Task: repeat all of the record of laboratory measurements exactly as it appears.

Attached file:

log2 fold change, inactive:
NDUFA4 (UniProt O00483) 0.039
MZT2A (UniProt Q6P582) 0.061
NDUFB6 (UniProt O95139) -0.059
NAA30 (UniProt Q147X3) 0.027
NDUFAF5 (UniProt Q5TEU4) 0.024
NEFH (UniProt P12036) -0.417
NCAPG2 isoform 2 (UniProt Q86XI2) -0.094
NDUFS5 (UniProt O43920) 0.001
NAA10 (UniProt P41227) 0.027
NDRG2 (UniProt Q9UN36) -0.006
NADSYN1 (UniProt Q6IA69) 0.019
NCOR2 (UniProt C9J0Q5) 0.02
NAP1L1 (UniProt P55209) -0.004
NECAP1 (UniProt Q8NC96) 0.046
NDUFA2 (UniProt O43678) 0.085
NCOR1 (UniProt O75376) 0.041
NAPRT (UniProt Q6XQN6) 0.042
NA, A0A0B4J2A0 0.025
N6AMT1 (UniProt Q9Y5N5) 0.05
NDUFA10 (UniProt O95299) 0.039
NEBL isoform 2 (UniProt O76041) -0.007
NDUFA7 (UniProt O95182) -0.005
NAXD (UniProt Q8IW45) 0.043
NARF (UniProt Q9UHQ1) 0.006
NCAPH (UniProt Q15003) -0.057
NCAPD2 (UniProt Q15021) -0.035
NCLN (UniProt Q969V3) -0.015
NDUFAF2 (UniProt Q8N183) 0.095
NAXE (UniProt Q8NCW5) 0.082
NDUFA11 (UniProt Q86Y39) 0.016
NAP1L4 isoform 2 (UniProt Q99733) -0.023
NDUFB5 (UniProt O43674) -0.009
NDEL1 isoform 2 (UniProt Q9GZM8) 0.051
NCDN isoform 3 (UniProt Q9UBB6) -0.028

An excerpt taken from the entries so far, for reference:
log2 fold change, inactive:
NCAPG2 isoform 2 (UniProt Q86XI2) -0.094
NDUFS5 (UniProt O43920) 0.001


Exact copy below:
log2 fold change, inactive:
NDUFA4 (UniProt O00483) 0.039
MZT2A (UniProt Q6P582) 0.061
NDUFB6 (UniProt O95139) -0.059
NAA30 (UniProt Q147X3) 0.027
NDUFAF5 (UniProt Q5TEU4) 0.024
NEFH (UniProt P12036) -0.417
NCAPG2 isoform 2 (UniProt Q86XI2) -0.094
NDUFS5 (UniProt O43920) 0.001
NAA10 (UniProt P41227) 0.027
NDRG2 (UniProt Q9UN36) -0.006
NADSYN1 (UniProt Q6IA69) 0.019
NCOR2 (UniProt C9J0Q5) 0.02
NAP1L1 (UniProt P55209) -0.004
NECAP1 (UniProt Q8NC96) 0.046
NDUFA2 (UniProt O43678) 0.085
NCOR1 (UniProt O75376) 0.041
NAPRT (UniProt Q6XQN6) 0.042
NA, A0A0B4J2A0 0.025
N6AMT1 (UniProt Q9Y5N5) 0.05
NDUFA10 (UniProt O95299) 0.039
NEBL isoform 2 (UniProt O76041) -0.007
NDUFA7 (UniProt O95182) -0.005
NAXD (UniProt Q8IW45) 0.043
NARF (UniProt Q9UHQ1) 0.006
NCAPH (UniProt Q15003) -0.057
NCAPD2 (UniProt Q15021) -0.035
NCLN (UniProt Q969V3) -0.015
NDUFAF2 (UniProt Q8N183) 0.095
NAXE (UniProt Q8NCW5) 0.082
NDUFA11 (UniProt Q86Y39) 0.016
NAP1L4 isoform 2 (UniProt Q99733) -0.023
NDUFB5 (UniProt O43674) -0.009
NDEL1 isoform 2 (UniProt Q9GZM8) 0.051
NCDN isoform 3 (UniProt Q9UBB6) -0.028

An excerpt taken from the entries so far, for reference:
log2 fold change, inactive:
NCAPG2 isoform 2 (UniProt Q86XI2) -0.094
NDUFS5 (UniProt O43920) 0.001